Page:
Fords slowest in first Daytona 500 practice, complain about new rules
Saturday, February 9th 2002, 12:00 am
By: News On 6
DAYTONA BEACH, Fla. (AP) _ The new rules package implemented for the season-opening Daytona 500 is not set in stone, especially after a day of complaints from the competitors.
Winston Cup racing returned to Daytona International Speedway on Friday with two practice sessions run under NASCAR's new aerodynamics package.
Fords quickly complained that their speeds were too slow, and NASCAR admitted the rules could change before the Feb. 17 season opener.
``We're pretty comfortable where we are right now, but there's always room for some tweaking,'' said NASCAR spokesman Jim Hunter. ``The hardest thing for us is to wade through all this lobbying and see where we really are. We can't do that in one day of practice.''
Three of the four Chevrolets from Hendrick Motorsports were the fastest cars of the day, with rookie Jimmie Johnson posting the top lap at 185.033 mph in the morning session.
The Ford of Ricky Rudd was the next fastest make at 184.740. Ward Burton had the fastest Dodge at 184.098 and Johnny Benson the quickest Pontiac at 183.329.
Even though Rudd and Robert Yates Racing teammate Dale Jarrett, a three-time Daytona 500 winner, were the fastest two Fords, there was a steep drop-off among the Tauruses trailing them. The five-car stable from Roush Racing was particularly slow, with Mark Martin bringing up the rear at 180.014 mph.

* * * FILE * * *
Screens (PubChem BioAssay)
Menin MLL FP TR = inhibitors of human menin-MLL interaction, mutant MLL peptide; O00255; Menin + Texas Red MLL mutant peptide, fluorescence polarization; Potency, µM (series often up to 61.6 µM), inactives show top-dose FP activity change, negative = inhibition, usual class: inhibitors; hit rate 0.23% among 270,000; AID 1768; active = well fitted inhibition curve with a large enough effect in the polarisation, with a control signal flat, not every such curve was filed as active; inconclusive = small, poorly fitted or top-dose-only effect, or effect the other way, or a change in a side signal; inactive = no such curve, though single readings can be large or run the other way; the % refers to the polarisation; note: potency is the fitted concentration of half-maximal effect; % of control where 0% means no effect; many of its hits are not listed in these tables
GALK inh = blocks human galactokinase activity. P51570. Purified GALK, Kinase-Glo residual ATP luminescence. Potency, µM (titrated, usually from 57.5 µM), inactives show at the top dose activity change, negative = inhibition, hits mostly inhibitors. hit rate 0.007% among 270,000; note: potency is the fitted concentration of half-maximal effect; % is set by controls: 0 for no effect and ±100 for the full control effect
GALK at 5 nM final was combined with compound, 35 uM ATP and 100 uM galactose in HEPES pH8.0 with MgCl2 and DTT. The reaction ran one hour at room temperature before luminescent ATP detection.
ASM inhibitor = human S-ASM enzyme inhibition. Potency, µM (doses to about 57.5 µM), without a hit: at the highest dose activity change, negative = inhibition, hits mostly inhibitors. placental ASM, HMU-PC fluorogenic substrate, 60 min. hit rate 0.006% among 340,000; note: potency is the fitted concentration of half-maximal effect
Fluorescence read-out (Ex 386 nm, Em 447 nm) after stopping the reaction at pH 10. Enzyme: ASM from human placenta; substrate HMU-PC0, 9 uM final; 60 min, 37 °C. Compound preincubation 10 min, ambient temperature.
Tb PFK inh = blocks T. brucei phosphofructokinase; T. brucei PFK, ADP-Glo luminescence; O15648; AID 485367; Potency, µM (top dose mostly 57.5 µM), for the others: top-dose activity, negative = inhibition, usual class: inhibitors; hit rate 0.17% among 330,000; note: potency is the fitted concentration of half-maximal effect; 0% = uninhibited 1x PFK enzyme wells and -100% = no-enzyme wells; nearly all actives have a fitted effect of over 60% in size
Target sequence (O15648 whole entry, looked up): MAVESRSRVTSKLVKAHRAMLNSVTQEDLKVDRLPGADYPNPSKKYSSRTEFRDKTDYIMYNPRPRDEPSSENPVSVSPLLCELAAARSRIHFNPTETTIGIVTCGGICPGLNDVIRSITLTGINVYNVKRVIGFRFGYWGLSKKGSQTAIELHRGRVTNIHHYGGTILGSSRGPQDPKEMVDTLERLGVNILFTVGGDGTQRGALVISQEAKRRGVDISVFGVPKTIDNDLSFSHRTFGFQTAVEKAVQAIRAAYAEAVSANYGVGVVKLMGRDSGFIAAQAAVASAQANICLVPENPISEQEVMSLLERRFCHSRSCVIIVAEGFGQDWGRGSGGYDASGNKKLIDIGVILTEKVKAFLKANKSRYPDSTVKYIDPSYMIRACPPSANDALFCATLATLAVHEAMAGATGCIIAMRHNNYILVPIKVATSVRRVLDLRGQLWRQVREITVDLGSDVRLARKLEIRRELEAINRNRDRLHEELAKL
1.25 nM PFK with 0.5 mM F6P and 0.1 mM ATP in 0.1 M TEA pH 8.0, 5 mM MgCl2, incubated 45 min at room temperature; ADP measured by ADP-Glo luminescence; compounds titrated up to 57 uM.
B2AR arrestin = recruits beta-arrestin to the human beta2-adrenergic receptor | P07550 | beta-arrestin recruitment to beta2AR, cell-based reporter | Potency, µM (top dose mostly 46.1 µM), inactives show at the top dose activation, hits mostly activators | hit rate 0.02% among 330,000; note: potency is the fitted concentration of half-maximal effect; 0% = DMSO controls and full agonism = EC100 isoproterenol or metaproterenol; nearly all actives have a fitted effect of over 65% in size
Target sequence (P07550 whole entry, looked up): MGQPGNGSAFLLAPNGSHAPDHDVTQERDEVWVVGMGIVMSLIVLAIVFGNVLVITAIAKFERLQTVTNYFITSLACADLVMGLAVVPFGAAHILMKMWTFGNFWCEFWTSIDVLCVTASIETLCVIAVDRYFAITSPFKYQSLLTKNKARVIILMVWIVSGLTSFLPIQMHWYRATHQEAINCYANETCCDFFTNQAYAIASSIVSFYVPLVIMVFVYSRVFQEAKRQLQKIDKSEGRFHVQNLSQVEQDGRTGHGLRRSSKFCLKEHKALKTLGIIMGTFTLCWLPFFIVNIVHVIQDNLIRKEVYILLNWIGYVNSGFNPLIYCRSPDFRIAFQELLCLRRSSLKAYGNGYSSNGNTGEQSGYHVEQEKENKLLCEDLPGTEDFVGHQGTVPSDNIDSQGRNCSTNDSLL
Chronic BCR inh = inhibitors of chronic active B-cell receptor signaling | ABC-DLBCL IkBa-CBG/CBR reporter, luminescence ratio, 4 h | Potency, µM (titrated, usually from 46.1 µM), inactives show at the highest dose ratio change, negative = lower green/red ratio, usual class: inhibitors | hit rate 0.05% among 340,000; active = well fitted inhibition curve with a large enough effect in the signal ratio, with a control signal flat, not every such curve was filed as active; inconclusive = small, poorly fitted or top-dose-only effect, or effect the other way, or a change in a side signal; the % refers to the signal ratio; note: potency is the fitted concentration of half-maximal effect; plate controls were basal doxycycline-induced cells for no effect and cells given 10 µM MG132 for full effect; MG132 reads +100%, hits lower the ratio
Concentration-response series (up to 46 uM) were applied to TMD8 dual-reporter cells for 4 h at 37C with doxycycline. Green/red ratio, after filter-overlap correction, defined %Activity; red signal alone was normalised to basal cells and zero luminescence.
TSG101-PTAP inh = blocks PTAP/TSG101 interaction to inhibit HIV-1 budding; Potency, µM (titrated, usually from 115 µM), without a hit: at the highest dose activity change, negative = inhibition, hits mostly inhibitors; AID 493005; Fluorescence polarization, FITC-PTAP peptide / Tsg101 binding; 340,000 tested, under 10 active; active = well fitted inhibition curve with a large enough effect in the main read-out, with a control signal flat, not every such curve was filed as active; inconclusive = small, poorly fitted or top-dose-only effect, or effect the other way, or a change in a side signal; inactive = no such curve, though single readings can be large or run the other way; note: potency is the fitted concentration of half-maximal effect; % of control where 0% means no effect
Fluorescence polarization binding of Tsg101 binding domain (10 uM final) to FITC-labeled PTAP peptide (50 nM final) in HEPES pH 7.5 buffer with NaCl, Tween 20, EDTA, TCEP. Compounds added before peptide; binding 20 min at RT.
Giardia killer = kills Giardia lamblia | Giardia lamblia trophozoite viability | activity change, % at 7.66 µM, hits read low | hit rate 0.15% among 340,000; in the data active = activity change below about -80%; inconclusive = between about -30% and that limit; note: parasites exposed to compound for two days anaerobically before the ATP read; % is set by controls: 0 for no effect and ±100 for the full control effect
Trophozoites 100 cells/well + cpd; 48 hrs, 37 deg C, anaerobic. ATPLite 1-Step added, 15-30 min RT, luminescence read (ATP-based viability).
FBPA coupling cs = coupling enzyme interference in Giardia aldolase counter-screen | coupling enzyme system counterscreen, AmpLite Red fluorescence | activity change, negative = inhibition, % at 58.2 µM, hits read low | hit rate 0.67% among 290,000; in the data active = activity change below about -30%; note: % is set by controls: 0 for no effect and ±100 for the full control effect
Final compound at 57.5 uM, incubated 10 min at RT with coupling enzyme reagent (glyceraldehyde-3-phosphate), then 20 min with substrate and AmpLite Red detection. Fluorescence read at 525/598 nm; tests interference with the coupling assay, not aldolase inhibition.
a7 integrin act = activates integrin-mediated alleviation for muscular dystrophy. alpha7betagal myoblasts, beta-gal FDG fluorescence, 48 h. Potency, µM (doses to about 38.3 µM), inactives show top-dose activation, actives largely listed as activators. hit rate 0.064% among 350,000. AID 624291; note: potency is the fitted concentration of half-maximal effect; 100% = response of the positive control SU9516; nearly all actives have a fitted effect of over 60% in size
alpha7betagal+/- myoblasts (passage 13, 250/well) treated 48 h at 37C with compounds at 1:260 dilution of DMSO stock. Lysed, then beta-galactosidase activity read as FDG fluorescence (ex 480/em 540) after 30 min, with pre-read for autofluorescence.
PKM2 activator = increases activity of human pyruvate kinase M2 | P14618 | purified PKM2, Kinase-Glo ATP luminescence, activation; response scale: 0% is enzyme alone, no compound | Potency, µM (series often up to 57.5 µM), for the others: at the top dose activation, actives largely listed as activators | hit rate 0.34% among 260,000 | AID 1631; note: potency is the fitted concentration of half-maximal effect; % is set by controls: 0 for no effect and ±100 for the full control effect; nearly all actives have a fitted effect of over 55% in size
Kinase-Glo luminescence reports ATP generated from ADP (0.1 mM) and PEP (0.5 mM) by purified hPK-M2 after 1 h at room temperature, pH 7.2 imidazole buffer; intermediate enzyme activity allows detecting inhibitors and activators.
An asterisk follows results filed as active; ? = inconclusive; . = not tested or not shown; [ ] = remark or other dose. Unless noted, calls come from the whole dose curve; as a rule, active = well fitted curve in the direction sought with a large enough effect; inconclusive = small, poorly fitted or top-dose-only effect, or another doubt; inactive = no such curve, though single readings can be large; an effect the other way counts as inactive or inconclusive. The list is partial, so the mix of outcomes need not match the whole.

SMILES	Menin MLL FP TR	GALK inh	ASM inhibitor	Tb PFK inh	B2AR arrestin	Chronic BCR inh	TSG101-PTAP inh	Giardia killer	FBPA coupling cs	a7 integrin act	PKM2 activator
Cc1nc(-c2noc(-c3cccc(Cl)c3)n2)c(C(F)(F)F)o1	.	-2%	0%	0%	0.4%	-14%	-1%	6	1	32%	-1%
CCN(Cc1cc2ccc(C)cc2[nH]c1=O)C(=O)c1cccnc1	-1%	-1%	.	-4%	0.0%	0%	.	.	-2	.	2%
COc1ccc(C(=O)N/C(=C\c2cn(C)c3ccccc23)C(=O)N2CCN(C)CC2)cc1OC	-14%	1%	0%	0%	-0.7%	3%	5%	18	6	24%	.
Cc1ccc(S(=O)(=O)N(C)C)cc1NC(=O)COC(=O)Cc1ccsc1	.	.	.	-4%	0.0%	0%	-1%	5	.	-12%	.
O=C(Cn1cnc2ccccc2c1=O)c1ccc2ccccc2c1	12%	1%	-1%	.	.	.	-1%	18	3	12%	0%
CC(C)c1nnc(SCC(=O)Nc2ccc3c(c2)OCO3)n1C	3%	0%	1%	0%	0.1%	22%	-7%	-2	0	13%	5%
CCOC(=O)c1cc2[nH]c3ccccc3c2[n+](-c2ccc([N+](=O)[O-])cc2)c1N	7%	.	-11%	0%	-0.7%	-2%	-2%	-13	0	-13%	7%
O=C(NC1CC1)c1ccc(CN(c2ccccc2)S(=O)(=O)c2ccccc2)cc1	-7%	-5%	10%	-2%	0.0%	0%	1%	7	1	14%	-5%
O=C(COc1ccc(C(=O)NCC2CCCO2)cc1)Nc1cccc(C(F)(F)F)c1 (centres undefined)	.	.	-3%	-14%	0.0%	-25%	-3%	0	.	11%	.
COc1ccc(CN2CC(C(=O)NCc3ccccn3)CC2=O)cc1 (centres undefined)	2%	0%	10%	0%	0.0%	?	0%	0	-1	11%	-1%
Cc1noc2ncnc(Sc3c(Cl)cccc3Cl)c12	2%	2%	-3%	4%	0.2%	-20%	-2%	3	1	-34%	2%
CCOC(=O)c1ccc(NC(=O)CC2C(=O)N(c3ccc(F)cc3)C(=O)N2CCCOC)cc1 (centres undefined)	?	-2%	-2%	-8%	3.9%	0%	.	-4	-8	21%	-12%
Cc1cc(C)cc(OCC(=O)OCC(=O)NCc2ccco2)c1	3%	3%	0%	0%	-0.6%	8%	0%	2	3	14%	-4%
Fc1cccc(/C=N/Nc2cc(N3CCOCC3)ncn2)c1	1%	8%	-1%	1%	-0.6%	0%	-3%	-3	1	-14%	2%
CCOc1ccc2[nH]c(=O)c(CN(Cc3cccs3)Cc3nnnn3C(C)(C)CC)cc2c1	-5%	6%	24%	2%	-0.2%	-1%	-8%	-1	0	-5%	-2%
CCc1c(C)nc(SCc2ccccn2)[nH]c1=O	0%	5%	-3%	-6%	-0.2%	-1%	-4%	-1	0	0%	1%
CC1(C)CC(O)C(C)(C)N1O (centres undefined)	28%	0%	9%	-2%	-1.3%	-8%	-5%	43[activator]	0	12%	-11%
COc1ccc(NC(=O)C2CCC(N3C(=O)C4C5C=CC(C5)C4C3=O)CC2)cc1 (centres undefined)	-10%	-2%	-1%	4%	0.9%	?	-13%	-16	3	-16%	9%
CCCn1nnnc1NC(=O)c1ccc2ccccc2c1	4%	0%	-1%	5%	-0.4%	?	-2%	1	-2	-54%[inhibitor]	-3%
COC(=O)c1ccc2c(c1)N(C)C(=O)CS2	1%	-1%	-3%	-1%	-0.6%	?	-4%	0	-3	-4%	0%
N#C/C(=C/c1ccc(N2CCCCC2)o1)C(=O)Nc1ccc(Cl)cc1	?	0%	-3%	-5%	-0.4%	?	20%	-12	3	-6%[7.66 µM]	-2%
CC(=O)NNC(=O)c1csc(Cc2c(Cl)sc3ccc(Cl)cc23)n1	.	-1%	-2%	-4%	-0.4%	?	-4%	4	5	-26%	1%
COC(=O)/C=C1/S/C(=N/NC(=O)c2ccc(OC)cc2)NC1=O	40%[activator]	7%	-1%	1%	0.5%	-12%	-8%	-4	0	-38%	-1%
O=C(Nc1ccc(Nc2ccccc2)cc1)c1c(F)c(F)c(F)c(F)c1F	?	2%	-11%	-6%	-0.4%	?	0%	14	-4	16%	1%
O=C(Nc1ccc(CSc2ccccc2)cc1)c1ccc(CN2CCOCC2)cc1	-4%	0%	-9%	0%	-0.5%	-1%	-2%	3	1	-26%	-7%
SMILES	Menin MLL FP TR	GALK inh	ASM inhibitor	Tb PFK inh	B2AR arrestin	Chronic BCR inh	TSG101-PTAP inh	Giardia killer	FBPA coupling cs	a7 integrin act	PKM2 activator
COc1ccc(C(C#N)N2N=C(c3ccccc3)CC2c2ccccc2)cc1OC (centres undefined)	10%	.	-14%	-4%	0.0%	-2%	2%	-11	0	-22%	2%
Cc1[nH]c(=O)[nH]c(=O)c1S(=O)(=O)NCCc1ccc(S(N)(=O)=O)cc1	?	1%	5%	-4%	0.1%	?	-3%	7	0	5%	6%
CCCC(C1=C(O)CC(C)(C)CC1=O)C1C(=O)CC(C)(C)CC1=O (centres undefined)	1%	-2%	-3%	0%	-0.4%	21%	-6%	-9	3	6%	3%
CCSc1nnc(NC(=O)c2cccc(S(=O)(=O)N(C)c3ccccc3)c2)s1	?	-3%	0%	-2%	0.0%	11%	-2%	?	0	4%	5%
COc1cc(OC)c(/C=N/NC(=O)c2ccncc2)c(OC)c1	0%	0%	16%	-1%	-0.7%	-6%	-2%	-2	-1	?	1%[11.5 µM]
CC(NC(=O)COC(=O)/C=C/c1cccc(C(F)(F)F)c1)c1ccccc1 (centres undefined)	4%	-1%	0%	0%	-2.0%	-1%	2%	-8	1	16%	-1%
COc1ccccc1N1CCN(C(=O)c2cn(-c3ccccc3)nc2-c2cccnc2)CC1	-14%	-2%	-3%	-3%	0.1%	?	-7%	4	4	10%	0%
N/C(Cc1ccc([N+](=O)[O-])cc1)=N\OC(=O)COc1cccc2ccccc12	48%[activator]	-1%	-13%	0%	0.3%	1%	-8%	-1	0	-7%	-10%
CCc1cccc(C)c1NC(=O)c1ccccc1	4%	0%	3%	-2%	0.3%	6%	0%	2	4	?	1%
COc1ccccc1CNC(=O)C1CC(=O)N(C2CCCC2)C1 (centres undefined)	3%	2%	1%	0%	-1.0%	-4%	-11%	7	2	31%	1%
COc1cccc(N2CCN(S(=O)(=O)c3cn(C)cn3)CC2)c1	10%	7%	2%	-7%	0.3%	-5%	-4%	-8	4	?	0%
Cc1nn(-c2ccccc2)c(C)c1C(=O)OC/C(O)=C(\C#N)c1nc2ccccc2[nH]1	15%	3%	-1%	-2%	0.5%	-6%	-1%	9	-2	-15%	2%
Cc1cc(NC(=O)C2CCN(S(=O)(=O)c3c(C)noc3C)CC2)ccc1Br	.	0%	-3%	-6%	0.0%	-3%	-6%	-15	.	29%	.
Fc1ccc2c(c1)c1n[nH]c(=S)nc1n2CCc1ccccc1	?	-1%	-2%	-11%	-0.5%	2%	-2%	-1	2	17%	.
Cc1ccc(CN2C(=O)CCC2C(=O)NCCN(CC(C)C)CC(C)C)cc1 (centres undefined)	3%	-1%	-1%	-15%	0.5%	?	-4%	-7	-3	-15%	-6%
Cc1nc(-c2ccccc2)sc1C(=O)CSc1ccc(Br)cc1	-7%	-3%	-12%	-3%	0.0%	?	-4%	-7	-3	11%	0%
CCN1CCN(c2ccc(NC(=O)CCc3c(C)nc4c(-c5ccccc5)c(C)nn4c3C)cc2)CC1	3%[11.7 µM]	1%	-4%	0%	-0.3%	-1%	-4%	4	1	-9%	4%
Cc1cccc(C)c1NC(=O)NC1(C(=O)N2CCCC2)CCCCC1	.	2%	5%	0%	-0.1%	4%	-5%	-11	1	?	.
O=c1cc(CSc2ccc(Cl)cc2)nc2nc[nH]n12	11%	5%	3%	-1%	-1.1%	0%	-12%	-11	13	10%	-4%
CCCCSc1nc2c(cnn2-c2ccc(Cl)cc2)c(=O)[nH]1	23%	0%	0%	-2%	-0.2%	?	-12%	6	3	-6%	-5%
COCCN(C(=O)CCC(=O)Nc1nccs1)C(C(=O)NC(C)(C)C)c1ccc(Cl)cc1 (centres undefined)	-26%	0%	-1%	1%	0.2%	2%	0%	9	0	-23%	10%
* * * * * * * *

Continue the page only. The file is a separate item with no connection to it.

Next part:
But the other makes accused the Fords of sandbagging in an attempt to get NASCAR to alter the rules.
``The Fords will be just fine,'' said Chevrolet car owner Richard Childress. ``It's important to remember, a lot of teams aren't showing everything they've got right off the trucks.''
The Fords have already gotten one concession in the rules, with quarter-inch taken away from its rear spoiler after complaining about slow speeds following the January testing at Daytona International Speedway.
Rudd called the relief a ``token gesture'' and, despite having the fastest Ford, doubted a Taurus would make the front row when the first two starting spots for the race are set in Saturday's qualifying.
``You won't see a Ford on the front row, and if you do, it will be an awful big shock,'' Rudd said. ``All you have to do is look at the speeds, it's black and white. If you do that, I don't have to say anything nasty.''
The new rules, designed to eliminate the tight pack-racing that often leads to multi-car crashes, altered the heights of the spoilers and removed the roof deflectors and the metal strip at the top of the spoiler that were designed to punch a hole in the air and keep the speeds down.
But this package is similar to the one used in the 2000 season, which led to a single-file, hard-to-pass racing at Daytona. That Daytona 500 produced only nine lead changes and cries of ``Boring!'' from the drivers and the fans.
That prompted a rule change last season that made it too easy to pass, made the racing more dangerous and helped produce a 19-car wreck at Daytona. There were no serious injuries in that late-race pileup in which Tony Stewart flipped on the backstretch, but seven-time champion Dale Earnhardt was killed on the final lap.
There also was a 16-car crash on the final lap at Talladega Superspeedway in October.